Why use a Likert Scale?

In most Likert scales, rather than choosing between a yes or a no, there are specific choices based on the degree of "agreeing" or "disagreeing" to a certain question in some manner.

Likert scales are so common now that they are almost used interchangeably with the term "rating scales." You may have come across Likert scale questions without realizing they had a specific name.

Here's an example of a commonly used Likert Scale:

How satisfied are you with the service at Smith Auto? 

Five- and Seven-point Likert Scales

Likert scales are generally categorized into five- or seven-point ones, depending upon how many options respondents can choose from.

Typically, any Likert scale includes a middle point, which is usually a moderate opinion. This is something of a neutral option like "Depends on the situation" or "Do not agree or disagree" and holds true for all Likert scale questions.

Let's look at two different kinds of Likert scales

Unipolar or Five-point Likert Scale

Unipolar Likert scales give respondents five options to choose from. Also known as the five-point scale, this is a more commonly used Likert scale.

Unipolar scales allow users to focus on the absence or presence of a single characteristic. In this sense, unipolar scales generate more clear and inclined responses. It is usually organized on a five-point or an A-E format.

If you are dealing with an idea or a construct that ranges from nothing to a maximum amount-for example, 'effectiveness'- then you should think of a unipolar scale or the five-point scale to go with it.

When it does not make sense to 'measure' negative effectiveness in your survey question, this kind of a five-point Likert scale suits well.

Here's a quick example:

How satisfied were you with your shopping experience at Butterflies Clothing?

When to go for unipolar or bipolar Likert scale?

The type of Likert scale question you choose will depend on the kind of answers you desire from the survey.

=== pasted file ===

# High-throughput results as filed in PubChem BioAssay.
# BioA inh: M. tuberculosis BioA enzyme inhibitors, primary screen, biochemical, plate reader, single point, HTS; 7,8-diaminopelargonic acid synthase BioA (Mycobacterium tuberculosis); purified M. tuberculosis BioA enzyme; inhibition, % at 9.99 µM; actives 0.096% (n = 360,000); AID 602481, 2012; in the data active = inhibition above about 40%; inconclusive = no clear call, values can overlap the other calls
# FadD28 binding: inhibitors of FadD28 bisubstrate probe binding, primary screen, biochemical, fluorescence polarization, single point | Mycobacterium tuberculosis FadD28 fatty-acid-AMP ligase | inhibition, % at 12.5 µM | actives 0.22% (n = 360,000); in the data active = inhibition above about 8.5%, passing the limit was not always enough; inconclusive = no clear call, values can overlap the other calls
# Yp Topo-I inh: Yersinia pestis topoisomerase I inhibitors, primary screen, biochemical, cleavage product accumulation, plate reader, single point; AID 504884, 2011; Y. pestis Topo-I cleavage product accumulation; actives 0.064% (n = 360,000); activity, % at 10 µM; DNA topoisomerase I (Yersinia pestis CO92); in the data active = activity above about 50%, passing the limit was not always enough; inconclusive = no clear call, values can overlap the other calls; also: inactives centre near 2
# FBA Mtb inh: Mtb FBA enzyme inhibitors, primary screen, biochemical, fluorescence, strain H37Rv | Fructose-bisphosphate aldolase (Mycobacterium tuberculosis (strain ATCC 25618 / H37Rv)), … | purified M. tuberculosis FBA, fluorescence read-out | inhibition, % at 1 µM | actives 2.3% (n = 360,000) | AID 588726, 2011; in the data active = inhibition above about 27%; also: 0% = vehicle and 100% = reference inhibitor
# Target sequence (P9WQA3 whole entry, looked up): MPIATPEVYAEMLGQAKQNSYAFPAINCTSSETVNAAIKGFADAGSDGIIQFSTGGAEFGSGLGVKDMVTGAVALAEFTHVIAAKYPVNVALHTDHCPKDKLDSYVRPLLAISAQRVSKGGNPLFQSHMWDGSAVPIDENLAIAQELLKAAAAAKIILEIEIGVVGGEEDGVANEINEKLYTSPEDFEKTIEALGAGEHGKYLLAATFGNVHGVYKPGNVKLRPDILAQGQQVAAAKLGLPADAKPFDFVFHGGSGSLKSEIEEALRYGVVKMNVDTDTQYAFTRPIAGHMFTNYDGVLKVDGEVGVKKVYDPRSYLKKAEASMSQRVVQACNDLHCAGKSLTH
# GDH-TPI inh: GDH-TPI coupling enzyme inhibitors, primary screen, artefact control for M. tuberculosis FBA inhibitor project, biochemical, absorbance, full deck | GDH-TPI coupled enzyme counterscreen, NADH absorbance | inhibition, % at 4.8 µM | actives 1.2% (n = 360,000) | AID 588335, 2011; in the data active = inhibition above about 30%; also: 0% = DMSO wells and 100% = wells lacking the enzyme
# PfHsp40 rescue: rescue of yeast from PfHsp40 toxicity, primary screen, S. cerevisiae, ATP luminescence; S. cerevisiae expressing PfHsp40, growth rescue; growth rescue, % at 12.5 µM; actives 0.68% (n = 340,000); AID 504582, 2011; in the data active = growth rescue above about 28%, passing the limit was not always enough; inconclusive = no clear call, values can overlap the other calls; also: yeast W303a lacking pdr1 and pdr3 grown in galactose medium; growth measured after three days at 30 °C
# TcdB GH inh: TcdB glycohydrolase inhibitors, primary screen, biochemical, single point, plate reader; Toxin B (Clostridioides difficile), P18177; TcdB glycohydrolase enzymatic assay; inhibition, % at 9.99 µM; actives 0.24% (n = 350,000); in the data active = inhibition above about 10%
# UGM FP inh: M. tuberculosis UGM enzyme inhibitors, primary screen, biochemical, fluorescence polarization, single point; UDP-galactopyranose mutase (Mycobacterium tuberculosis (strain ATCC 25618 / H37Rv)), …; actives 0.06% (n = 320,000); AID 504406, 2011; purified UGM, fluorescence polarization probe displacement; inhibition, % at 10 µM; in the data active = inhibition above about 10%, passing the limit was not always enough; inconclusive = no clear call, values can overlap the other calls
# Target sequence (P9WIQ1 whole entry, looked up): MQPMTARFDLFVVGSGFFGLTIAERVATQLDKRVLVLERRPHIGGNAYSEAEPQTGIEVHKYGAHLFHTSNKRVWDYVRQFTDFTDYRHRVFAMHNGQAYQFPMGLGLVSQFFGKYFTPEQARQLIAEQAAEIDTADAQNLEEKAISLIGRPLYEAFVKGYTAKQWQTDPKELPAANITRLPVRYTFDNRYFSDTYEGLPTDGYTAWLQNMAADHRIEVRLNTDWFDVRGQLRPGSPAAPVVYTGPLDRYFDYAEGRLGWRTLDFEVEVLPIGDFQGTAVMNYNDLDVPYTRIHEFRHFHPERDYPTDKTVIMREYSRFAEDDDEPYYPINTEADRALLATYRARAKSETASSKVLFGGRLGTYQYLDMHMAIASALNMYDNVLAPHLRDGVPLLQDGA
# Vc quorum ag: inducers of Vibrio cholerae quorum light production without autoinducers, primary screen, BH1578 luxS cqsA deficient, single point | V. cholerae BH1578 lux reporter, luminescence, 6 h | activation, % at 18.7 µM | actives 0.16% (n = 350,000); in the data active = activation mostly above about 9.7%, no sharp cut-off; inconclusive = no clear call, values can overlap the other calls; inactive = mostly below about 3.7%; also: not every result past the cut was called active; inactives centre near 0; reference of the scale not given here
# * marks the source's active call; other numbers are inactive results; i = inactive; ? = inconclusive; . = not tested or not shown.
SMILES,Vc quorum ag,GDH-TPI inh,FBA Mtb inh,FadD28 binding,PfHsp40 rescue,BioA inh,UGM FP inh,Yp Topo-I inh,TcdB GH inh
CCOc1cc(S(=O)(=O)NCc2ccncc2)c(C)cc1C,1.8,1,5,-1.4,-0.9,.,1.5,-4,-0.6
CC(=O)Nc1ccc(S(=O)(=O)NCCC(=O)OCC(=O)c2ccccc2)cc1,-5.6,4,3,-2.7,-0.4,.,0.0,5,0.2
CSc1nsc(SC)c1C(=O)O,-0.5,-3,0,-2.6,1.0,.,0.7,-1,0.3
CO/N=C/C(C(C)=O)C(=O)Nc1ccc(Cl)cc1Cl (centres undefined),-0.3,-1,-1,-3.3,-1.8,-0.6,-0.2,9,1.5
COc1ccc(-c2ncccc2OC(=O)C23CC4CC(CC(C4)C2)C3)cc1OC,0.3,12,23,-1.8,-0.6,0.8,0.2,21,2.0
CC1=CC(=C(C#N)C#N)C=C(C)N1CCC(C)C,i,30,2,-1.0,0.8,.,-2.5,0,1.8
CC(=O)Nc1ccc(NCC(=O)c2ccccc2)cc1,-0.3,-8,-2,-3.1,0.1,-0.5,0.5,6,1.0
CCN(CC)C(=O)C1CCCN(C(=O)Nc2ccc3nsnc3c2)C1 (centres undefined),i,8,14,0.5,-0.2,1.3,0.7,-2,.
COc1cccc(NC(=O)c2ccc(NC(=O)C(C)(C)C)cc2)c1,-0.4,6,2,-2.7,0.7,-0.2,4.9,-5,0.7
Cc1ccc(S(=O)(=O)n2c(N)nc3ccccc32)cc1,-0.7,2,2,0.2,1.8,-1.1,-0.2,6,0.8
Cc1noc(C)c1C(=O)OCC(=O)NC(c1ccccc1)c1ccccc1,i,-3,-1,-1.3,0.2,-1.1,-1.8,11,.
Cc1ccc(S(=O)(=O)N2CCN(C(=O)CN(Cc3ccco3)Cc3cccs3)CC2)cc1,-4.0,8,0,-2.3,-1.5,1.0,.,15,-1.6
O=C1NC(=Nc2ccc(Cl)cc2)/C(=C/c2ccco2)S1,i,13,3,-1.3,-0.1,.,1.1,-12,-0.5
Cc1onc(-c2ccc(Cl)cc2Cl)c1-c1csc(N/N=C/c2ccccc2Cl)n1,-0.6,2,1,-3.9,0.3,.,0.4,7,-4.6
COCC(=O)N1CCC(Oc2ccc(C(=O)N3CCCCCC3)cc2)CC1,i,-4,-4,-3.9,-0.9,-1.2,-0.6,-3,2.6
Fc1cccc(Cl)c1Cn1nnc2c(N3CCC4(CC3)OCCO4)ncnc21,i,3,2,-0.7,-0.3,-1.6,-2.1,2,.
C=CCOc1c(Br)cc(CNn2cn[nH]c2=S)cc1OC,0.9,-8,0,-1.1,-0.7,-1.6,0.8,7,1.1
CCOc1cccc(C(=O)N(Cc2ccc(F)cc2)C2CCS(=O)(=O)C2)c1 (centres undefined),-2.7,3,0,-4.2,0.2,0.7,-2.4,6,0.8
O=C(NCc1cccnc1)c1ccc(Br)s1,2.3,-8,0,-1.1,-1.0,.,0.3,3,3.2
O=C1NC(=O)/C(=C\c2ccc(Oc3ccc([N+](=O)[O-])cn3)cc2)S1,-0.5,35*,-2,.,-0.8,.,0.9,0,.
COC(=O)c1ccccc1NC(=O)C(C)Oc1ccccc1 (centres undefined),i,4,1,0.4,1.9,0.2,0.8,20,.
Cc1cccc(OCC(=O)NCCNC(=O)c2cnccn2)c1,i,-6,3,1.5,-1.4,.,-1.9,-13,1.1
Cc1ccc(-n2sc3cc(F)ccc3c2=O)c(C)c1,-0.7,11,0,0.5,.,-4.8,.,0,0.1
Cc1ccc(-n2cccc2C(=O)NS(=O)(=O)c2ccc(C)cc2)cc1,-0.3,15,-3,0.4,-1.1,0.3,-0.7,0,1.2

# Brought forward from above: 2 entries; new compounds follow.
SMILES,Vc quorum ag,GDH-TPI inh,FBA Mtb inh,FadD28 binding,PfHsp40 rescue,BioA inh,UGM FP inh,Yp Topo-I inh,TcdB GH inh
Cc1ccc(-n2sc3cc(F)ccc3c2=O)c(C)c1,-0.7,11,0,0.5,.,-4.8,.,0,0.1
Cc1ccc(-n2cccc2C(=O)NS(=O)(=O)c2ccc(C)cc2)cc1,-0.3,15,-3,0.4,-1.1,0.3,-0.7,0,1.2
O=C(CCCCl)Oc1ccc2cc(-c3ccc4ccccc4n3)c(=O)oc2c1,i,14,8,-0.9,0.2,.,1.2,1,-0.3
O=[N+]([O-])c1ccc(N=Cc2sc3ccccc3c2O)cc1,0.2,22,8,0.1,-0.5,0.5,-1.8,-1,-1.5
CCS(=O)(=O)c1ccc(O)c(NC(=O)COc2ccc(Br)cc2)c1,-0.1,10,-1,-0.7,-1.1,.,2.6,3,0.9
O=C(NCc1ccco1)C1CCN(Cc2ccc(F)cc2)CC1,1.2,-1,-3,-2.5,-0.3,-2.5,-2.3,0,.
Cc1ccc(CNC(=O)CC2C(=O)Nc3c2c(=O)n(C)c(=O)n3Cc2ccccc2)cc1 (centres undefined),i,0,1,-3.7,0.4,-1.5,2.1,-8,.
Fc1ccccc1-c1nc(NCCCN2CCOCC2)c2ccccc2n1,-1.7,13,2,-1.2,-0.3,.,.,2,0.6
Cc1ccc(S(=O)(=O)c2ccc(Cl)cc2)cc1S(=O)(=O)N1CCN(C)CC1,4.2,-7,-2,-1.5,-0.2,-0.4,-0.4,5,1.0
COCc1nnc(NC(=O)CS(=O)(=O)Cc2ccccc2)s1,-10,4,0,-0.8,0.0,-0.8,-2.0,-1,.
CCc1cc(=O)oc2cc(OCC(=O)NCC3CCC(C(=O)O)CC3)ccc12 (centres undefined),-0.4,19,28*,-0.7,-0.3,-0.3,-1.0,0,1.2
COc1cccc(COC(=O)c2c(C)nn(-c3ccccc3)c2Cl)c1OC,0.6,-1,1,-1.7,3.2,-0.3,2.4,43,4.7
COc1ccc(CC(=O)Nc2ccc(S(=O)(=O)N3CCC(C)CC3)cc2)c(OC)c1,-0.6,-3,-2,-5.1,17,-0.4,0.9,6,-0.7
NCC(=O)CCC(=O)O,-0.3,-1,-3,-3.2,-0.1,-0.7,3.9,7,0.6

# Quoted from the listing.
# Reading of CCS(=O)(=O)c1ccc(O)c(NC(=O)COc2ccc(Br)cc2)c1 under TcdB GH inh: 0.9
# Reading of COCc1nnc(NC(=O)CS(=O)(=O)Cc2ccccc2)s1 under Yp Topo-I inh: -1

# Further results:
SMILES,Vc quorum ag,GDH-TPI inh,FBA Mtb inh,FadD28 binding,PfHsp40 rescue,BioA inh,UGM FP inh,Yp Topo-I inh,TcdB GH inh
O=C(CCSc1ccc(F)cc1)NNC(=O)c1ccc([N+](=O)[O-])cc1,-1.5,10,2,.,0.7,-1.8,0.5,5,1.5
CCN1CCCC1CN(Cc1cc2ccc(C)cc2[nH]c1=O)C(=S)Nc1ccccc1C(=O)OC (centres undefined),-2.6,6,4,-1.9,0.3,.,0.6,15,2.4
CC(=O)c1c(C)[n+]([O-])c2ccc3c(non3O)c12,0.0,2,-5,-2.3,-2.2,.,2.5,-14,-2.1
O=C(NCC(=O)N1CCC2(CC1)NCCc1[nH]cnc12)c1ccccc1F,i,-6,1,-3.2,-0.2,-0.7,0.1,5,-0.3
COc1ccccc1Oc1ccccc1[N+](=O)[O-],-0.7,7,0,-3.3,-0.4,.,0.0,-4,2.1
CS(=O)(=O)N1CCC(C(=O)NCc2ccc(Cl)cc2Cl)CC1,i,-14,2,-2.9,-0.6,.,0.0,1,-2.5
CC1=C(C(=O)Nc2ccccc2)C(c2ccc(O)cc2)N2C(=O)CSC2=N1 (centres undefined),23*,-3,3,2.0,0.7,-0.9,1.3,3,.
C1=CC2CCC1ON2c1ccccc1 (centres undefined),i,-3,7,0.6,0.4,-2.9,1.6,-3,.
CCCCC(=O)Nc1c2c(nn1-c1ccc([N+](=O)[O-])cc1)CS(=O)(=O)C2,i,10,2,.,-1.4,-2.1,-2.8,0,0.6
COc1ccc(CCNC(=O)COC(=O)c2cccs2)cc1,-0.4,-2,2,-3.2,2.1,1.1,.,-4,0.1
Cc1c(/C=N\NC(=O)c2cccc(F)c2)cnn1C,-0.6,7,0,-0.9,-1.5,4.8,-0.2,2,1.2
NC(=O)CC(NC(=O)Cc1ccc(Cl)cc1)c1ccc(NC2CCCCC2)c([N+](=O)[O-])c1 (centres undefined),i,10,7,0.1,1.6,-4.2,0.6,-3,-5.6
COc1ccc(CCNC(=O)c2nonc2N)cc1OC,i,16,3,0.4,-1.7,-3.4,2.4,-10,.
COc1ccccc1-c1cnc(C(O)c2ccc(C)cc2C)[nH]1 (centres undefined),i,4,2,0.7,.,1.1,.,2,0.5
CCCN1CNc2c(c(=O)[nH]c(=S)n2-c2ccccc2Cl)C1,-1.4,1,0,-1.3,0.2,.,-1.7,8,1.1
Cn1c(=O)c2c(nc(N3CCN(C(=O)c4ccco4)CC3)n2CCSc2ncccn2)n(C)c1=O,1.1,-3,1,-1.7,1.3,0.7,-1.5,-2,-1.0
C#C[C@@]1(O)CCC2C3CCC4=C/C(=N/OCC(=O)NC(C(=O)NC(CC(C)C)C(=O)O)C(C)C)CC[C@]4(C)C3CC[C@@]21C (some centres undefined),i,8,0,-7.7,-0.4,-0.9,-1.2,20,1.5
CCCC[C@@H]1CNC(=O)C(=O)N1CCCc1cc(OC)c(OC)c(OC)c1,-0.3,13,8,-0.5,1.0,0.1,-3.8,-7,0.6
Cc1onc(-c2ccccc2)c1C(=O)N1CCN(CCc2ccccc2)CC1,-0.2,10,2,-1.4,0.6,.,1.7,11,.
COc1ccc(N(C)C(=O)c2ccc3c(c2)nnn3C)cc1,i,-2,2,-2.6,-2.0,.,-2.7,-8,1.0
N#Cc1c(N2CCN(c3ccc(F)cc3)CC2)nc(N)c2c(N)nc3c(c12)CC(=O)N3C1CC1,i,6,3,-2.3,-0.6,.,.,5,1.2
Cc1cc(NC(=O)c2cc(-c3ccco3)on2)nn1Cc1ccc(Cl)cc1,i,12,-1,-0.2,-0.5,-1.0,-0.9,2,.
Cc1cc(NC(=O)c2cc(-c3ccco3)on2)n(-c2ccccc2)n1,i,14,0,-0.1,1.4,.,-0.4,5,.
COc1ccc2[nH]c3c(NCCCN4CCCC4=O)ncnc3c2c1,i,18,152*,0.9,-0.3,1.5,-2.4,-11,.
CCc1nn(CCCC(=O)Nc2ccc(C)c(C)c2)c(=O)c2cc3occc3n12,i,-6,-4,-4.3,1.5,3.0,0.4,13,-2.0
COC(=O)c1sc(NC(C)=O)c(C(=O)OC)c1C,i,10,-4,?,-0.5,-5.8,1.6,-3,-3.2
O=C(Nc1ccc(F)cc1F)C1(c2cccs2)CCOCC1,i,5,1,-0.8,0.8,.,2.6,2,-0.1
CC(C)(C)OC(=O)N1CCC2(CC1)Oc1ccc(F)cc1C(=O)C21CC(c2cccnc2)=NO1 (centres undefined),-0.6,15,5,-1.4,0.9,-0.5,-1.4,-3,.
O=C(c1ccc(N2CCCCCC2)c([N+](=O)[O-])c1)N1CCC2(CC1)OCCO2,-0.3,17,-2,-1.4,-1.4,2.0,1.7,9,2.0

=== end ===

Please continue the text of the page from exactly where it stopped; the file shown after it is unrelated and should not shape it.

The number of scale points we assign to a question will depend on whether the construct is unipolar or bipolar- five in the former, seven in the latter.

To put it simply, unipolar ones are those where you are measuring an amount—either there is a certain amount of something or none.

For instance, if I ask you to rate how important you feel this article, you may say it was very beneficial or not helpful at all. However, there could be an opinion in between that means the article was "somewhat" helpful.

So, the options we are left with here include: Extremely helpful, very helpful, somewhat helpful, slightly helpful, not at all helpful—five scale points. While there is a middle point in this as well, it is not necessarily synonymous with "neutral."

On the other hand, bipolar questions are those where the attitudes fall on one side or the other of a midpoint that is true neutrality. For example, a teacher might want to know if a class is prolonged, too short, or just fine. In this case, the length of the class is a bipolar construct.

Basically, if you're looking to gauge both which side of the neutrality your respondents are on as well as measuring the degree to which they are mentally positioned on each side, opt for the bipolar Likert scale.

What makes Likert scales so popular is that they are quick, simple, and precise. Since respondents can easily understand the intent of the scale and answer the question, it greatly reduces survey fatigue. This is great news, as your respondents can answer your surveys in a jiffy, and you get bias-free responses. The nature of a Likert scale means it can be easily used for customer satisfaction and employee satisfaction surveys.

Now you're officially equipped with the knowledge of how to create effective Likert scale questions, which will ensure you get the right results for easy feedback. Start surveying right away!

Learn more about different question types you can use for your survey.

 

Sangeeta BoseContent Writer - Zoho Survey

Posted on: April 6, 2020

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